William Greenhill – Commentary on Ezekiel 16 – 1645

From the Geneva Series of Commentaries. Spurgeon said of this commentary, “We always get something out of Greenhill whenever we refer to him. He had not, of course, the critical skill of the present day, but his spiritual insight was keen. He rather commented on a passage than expounded it.” I think this commendation is not strong enough. It is one of the best Puritan commentaries for application I have read.

Ezekiel 16:1-5

Thomas Wilcox – Despairing Sinner! – From Honey Out of the Rock 1665

From Chapel Library:

Honey Out of the Rock is mentioned in 1740 by Thomas Crosby in his History of the English Baptists, where he wrote of Willcox: “He writ a small piece, which was printed before the Fire of London, entitled: A Drop of Honey from the Rock Christ, a piece that was very well esteemed, and has done much good and been oft reprinted.” It was also translated into numerous languages. Now entitled Honey Out of the Rock, it continues to encourage God’s people wherever Christ is served.

Thomas Wilcox was born in August, 1621 at Lyndon, Rutland, and probably was well educated. He was a Particular Baptist elder of a small congregation, which met at his house in London before the Plague. In those days of persecution, he was known for moderation, and preached frequently among the Presbyterians and independents. He was imprisoned in Newgate more than once, and suffered much for the sake of Nonconformity. After 1665, he pastored a Particular Baptist church, whose meeting-house was a small wooden building in Three Cranes Alley, Tooley Street in the Borough of Southwark. He labored lovingly, with pen as well as tongue, until his death onMay 17, 1687 at the age of 65, leaving a widow and three children..

Despairing Sinner – From Honey Out of the Rock

Johannes Hoornbeeck – Spiritual Desertion Chapter 2 continued – 1659

In the continuation of this chapter, Hoornbeeck examines some real life cases of despair including Francis Spira, John Glover – about 1555, Thomas Witte, and others who concluded against themselves that they were forever cast off by God. the case of John Glover is mentioned in Archibald Alexander’s Thoughts on Religious Experience, chapter 4, Melancholy.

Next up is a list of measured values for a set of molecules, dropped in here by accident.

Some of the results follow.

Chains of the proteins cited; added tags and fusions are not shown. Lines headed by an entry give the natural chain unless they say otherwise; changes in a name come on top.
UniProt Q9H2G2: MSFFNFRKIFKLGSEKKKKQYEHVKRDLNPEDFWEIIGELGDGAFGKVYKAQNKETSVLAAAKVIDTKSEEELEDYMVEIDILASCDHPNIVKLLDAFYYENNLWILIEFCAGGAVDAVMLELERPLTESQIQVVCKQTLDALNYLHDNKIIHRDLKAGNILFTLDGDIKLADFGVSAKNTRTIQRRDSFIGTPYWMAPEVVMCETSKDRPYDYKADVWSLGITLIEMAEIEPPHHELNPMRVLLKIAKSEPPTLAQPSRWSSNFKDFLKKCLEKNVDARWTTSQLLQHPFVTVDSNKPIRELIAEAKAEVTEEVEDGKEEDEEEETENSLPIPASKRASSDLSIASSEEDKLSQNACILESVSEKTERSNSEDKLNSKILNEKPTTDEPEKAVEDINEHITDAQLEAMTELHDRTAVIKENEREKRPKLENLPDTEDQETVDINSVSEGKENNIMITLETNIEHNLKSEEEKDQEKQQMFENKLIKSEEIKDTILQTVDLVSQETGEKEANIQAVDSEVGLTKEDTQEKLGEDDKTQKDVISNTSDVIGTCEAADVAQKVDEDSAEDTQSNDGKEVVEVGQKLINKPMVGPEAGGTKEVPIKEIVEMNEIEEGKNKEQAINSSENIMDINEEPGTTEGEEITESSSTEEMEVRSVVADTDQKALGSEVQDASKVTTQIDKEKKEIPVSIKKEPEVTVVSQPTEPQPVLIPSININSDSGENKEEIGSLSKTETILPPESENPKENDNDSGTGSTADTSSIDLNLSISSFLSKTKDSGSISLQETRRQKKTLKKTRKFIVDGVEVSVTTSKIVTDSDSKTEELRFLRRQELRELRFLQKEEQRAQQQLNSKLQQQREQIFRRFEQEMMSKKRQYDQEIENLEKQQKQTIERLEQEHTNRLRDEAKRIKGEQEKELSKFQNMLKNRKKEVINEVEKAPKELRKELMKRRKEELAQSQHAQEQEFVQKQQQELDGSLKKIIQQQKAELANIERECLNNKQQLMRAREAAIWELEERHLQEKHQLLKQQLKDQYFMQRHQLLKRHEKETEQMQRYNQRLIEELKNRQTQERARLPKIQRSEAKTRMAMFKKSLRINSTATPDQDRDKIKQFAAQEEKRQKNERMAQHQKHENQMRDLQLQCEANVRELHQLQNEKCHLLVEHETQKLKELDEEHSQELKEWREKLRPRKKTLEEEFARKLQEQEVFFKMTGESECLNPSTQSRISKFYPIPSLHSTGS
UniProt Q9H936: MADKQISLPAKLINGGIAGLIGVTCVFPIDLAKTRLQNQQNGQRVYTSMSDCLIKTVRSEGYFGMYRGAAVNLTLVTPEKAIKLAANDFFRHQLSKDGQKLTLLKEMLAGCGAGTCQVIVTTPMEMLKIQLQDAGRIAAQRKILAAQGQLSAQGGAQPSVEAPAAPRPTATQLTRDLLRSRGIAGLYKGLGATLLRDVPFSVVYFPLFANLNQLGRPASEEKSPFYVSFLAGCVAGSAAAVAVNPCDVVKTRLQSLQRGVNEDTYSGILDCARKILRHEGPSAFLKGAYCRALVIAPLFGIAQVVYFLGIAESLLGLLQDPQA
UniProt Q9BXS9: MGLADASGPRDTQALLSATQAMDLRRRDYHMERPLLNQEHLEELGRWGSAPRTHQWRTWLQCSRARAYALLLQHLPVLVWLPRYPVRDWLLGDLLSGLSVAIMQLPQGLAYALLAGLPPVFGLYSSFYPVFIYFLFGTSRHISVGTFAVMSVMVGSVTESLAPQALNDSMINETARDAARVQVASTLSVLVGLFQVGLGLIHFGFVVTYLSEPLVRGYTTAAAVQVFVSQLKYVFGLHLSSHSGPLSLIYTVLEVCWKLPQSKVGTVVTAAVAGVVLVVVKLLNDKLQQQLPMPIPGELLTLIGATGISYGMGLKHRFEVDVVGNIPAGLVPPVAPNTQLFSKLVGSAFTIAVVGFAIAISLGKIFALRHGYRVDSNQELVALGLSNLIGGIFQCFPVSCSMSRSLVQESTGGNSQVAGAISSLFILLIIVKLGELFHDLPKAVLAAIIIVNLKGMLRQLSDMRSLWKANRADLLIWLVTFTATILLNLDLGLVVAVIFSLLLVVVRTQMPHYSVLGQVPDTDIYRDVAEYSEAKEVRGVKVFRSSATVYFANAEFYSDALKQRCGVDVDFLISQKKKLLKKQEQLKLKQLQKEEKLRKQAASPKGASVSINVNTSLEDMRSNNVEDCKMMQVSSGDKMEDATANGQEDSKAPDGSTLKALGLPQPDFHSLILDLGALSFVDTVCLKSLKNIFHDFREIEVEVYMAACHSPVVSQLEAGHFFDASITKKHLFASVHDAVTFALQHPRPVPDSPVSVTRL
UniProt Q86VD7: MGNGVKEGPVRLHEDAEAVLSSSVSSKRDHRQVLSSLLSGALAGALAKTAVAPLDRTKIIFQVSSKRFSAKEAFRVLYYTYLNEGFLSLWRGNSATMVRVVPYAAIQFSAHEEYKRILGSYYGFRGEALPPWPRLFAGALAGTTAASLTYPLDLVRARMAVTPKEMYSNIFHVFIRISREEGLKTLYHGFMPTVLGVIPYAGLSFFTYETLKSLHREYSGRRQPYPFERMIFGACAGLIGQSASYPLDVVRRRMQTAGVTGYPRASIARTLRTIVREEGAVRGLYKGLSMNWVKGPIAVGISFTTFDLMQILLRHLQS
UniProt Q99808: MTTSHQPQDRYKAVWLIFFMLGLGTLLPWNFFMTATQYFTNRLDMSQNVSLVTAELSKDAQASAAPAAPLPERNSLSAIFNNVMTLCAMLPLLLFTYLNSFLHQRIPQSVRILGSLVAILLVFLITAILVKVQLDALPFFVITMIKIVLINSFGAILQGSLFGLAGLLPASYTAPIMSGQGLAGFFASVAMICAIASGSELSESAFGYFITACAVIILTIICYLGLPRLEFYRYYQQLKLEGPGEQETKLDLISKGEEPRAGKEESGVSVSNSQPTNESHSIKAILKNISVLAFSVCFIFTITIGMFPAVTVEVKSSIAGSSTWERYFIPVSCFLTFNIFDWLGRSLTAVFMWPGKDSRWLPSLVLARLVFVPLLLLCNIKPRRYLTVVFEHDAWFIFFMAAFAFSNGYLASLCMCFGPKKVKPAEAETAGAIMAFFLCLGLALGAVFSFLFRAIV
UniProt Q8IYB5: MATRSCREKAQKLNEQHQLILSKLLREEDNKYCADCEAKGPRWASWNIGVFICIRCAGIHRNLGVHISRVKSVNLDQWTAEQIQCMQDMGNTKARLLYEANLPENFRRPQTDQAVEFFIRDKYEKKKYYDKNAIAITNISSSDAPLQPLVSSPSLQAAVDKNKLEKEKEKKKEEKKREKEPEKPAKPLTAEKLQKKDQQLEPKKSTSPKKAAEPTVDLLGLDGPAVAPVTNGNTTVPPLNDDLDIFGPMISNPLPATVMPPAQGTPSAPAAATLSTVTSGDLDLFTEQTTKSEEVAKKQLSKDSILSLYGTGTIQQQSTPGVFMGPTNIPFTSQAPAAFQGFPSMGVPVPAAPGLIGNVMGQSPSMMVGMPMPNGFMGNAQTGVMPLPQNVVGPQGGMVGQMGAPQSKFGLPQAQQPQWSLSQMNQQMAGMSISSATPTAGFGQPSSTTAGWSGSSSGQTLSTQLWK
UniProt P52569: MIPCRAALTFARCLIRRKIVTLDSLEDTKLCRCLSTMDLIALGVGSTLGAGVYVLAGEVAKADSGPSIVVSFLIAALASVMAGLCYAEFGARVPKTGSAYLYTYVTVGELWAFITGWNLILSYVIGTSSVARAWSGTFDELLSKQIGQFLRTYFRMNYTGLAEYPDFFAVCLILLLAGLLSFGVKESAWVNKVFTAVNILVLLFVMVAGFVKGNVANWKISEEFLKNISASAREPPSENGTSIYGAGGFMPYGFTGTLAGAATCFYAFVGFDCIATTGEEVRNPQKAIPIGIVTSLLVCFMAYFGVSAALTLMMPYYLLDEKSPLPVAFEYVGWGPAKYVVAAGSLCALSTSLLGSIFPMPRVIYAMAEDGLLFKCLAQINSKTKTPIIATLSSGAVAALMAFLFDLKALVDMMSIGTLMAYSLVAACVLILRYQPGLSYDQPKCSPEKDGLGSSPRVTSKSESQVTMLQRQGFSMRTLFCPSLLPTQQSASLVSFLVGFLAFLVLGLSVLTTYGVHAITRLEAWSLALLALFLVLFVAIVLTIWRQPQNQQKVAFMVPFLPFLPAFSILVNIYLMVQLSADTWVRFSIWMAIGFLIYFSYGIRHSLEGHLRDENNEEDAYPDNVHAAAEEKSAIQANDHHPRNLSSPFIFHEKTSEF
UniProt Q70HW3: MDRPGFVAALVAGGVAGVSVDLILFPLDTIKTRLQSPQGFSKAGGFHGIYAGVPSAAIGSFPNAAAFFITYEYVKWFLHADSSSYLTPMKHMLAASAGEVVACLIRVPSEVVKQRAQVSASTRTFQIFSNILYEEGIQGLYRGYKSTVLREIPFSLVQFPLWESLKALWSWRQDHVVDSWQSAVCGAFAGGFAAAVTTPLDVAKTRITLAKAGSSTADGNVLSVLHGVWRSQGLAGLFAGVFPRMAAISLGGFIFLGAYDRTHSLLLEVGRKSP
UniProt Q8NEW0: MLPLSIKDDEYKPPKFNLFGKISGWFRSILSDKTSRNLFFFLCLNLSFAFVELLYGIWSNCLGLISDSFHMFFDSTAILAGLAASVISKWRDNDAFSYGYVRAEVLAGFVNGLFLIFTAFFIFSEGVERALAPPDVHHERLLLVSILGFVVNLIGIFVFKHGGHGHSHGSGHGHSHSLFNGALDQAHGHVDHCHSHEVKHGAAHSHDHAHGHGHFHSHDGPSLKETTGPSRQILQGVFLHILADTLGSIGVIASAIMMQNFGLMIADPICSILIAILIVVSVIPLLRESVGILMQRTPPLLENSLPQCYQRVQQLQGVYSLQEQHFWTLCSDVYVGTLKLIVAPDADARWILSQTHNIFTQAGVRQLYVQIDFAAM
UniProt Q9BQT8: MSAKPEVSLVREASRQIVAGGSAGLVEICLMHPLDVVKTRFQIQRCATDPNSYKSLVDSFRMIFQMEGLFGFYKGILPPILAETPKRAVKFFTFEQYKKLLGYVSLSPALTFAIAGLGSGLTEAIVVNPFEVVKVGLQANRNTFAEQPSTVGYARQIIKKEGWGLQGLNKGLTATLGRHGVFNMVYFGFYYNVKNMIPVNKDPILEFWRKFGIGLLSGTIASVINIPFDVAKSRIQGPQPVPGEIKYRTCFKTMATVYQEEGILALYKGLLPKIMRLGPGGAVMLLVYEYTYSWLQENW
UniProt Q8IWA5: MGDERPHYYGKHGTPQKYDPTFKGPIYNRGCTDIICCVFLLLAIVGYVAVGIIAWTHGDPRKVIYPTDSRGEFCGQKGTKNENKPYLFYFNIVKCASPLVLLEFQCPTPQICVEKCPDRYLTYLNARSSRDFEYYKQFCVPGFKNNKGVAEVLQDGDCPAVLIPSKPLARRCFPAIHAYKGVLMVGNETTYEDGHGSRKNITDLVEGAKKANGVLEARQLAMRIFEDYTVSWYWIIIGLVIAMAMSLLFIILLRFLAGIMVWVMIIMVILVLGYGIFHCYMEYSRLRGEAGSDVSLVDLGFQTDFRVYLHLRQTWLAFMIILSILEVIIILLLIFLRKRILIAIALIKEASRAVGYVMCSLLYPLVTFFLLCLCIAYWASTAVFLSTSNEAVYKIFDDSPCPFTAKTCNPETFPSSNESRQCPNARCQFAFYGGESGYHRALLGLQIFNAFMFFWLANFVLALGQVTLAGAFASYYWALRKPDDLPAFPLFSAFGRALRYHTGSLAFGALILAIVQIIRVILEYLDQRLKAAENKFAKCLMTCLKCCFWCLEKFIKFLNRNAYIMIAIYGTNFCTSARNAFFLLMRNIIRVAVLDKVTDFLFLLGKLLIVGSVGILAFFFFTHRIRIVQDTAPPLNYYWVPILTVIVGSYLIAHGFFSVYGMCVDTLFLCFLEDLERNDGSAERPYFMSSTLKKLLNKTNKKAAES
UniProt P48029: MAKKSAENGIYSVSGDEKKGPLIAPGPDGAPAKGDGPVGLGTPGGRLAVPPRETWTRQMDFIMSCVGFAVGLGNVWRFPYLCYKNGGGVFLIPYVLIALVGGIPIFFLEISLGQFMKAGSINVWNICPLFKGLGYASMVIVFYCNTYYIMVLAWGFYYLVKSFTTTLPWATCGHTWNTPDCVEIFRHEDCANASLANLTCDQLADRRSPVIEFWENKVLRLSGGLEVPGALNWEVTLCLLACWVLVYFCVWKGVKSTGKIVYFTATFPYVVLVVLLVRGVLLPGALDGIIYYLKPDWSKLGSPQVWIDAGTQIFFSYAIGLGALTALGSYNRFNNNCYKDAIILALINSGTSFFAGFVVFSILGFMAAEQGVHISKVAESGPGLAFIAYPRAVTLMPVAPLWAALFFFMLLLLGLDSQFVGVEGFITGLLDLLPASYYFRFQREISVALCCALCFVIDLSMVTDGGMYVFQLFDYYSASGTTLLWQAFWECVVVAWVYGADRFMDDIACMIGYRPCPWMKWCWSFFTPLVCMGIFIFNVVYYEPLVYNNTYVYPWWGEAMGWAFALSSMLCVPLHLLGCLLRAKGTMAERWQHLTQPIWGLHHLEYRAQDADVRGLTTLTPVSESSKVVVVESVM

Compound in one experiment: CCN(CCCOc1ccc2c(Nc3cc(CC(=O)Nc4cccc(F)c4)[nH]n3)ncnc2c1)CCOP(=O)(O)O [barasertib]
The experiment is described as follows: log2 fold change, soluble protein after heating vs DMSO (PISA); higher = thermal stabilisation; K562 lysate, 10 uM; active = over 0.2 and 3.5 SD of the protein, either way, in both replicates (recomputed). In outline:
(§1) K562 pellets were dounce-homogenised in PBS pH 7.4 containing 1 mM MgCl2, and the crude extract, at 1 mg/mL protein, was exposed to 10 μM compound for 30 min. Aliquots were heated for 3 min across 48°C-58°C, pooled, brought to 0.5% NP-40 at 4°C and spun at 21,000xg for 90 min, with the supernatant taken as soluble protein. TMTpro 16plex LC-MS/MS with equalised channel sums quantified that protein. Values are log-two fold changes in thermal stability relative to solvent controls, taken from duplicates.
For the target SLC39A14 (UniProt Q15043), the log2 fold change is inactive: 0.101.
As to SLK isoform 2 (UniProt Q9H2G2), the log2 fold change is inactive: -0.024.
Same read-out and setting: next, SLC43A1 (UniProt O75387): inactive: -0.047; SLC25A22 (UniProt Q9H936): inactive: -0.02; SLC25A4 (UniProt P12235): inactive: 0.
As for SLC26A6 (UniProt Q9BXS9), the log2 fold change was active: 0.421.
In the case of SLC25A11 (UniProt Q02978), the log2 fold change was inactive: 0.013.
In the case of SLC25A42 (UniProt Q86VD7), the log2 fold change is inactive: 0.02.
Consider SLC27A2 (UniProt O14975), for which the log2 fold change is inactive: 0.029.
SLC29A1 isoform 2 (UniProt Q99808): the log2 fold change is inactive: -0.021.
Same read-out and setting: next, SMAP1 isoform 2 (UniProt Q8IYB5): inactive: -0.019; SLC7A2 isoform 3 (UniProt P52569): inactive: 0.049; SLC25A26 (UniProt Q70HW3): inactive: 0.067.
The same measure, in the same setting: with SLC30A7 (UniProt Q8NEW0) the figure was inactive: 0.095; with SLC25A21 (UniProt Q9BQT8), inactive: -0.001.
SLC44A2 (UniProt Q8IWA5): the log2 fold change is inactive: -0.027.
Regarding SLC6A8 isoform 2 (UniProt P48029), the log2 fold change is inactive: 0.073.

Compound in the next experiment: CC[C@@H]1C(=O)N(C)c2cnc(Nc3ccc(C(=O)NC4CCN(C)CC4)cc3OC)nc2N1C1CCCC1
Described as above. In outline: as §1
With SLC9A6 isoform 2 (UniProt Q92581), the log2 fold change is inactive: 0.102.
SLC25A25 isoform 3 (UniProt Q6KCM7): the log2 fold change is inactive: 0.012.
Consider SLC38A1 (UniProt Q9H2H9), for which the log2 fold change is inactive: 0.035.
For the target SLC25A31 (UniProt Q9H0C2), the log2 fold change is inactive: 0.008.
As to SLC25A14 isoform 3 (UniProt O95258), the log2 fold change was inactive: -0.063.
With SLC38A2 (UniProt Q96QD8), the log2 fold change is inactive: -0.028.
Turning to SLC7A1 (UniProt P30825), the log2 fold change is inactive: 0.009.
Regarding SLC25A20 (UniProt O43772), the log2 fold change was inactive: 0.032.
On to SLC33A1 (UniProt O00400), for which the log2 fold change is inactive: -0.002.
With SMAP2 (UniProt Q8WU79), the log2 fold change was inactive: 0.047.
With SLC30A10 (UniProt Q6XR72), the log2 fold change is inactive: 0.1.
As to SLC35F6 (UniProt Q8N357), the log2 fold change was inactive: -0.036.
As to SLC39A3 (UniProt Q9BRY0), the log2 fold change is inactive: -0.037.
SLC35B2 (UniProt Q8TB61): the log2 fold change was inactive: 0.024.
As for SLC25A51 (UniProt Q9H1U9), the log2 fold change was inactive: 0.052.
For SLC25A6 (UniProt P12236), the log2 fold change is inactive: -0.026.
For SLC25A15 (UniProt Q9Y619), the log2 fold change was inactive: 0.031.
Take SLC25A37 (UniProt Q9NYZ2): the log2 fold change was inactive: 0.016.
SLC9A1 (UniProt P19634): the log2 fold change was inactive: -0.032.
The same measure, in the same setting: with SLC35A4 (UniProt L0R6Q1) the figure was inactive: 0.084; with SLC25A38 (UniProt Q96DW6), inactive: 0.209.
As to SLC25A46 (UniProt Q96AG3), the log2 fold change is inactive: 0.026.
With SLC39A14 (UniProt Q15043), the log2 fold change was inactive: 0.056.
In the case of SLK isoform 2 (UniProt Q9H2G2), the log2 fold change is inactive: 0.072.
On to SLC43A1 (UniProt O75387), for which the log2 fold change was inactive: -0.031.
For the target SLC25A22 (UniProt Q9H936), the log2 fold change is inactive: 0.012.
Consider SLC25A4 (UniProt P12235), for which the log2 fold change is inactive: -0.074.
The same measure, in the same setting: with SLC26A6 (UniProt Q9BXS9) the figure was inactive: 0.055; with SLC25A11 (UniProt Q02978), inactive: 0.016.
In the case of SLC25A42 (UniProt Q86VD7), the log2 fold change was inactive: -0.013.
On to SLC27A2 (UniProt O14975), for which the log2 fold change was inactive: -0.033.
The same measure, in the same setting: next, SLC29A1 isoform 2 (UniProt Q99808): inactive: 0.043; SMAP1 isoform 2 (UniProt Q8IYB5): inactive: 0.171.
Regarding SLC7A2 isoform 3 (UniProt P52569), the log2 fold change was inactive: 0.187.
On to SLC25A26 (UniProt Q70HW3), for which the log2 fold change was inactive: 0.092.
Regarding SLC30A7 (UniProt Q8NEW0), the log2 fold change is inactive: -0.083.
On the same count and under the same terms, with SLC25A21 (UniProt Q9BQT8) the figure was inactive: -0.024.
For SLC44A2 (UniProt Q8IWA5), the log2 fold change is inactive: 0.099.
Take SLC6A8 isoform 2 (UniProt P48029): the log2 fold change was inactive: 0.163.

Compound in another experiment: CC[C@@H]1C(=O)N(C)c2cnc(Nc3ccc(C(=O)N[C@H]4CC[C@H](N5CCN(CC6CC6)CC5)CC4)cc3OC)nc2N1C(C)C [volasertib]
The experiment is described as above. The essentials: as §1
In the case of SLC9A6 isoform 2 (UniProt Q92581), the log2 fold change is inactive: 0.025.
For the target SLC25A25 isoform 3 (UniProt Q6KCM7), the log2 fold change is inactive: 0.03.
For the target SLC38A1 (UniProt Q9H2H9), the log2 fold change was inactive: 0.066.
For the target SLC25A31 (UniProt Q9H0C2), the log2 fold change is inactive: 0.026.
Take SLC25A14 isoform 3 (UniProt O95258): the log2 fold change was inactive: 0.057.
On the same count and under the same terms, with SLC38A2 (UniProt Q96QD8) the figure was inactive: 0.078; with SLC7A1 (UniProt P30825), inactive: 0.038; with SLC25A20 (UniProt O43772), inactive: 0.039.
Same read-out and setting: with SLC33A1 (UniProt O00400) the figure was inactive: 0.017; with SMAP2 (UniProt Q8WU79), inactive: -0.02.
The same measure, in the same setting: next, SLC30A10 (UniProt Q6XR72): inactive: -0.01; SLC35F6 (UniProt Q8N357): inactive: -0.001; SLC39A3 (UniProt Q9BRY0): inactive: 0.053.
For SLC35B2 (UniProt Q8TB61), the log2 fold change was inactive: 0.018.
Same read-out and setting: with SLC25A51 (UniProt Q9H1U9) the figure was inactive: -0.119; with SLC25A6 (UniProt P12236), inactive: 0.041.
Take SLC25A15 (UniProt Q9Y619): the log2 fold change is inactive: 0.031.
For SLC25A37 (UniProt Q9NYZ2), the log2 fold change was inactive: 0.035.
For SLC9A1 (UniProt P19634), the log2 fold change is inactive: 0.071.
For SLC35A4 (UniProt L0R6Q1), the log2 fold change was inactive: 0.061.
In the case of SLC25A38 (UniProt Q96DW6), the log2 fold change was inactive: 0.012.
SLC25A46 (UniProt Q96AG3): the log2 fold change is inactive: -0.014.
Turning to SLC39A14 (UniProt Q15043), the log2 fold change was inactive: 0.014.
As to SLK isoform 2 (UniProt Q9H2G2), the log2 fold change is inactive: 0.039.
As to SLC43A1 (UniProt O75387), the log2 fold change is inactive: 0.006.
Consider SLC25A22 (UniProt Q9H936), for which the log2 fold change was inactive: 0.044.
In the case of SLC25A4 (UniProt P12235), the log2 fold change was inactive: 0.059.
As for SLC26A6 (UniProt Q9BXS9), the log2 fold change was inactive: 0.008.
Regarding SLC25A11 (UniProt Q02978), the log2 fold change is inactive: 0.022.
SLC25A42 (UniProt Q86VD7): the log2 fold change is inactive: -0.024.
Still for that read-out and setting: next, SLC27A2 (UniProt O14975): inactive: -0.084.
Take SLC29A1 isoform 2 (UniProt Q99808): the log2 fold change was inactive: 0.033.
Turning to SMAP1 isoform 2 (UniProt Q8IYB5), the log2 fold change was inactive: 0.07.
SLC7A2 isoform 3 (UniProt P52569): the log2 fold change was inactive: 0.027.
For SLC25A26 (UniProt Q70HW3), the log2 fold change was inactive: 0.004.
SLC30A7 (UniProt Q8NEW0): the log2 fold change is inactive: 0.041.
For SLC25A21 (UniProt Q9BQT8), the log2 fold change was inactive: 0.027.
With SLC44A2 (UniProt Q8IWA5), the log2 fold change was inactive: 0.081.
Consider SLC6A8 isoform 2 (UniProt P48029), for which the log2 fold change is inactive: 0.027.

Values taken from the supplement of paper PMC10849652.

Spiritual Desertion Chapter 2 Part 2



Samuel Davies – Lessons From the Great Earthquake – 1755

Let imagination form a lively idea of the destruction of Lisbon the ground trembling, and heaving, and roaring with subterranean thunders towers, palaces, and churches tottering and falling  the flames bursting from the ruins, and setting all in a blaze  the sea roaring, and rushing over its banks with resistless impetuosity  the inhabitants running from place to place in wild consternation, in search of safety; or falling on their knees, and rending the air with their wild shrieks and cries  flying to the strongest buildings for shelter but crushed in their ruins; or to the sea, and there swept away by the rushing waves. Walls falling upon thousands in their flight; or the earth opening her jaws, and swallowing them up. Can human imagination represent anything more shocking? In other calamities, whatever else we lose, we have still the earth to support us: but when that is gone, we are helpless indeed, and must sink into immediate destruction!

Lessons From the Great Earthquake

Jonathan Edwards – While the bridegroom tarried, they all slumbered and slept

Your amazement that you will have then, will be but the beginning of your amazement. Often wicked persons are in great amazement on their deathbeds. But this is but a beginning, and light in comparison. Sometimes they have such fear on a deathbed, as makes them tremble and groan and cry out; they go from this world groaning and crying to {God for mercy.  But this is but a light thing, in comparison of what will be at the day of judgment.

Parable of the Ten Virgins Matt. 25:5

Virgins Sleeping While the Bridegroom Tarries

John Owen – Mistakes Saints Make in Striving After Gospel Holiness

Unacquaintedness with the true nature of evangelical repentance is another cause {why saints lack in gospel holiness}. This is that grace which comfortably carrieth the souls of believers through all their failings, infirmities, and sins; nor are they able to live to God one day without the constant exercise of it. They find it as necessary unto the continuance of spiritual life as faith itself. It is not only a means of our entrance into, but it belongs essentially unto, our gospel state and our continuance therein. Hereunto belongs that continual humble self-abasement, from a sense of the majesty and holiness of God, with the disproportion of the best of our duties unto his will, which believers live and walk in continually; and he that is not sensible of a gracious sweetness and usefulness therein knows not what it is to walk with God. Hereby doth God administer several encouragements unto our souls to abide in our way of obedience, notwithstanding the many discouragements and despondencies we meet withal. In brief, take it away, and you overthrow faith, and hope, and all other graces. Those, therefore, who are unacquainted with the nature and use of this grace and duty, who can taste no spiritual refreshment in all its sorrows, who know nothing of it but legal troubles, anguish, fear, and distraction, will not endure the thought of living in the practice of it all their days; which yet is as necessary unto gospel holiness as faith itself. Men, I say, falling into this condition, finding all these difficulties to conflict withal, and lying under these disadvantages, if any thing will offer itself in the room of this costly holiness, will readily embrace it.

Reason for Apostasy from Gospel Holiness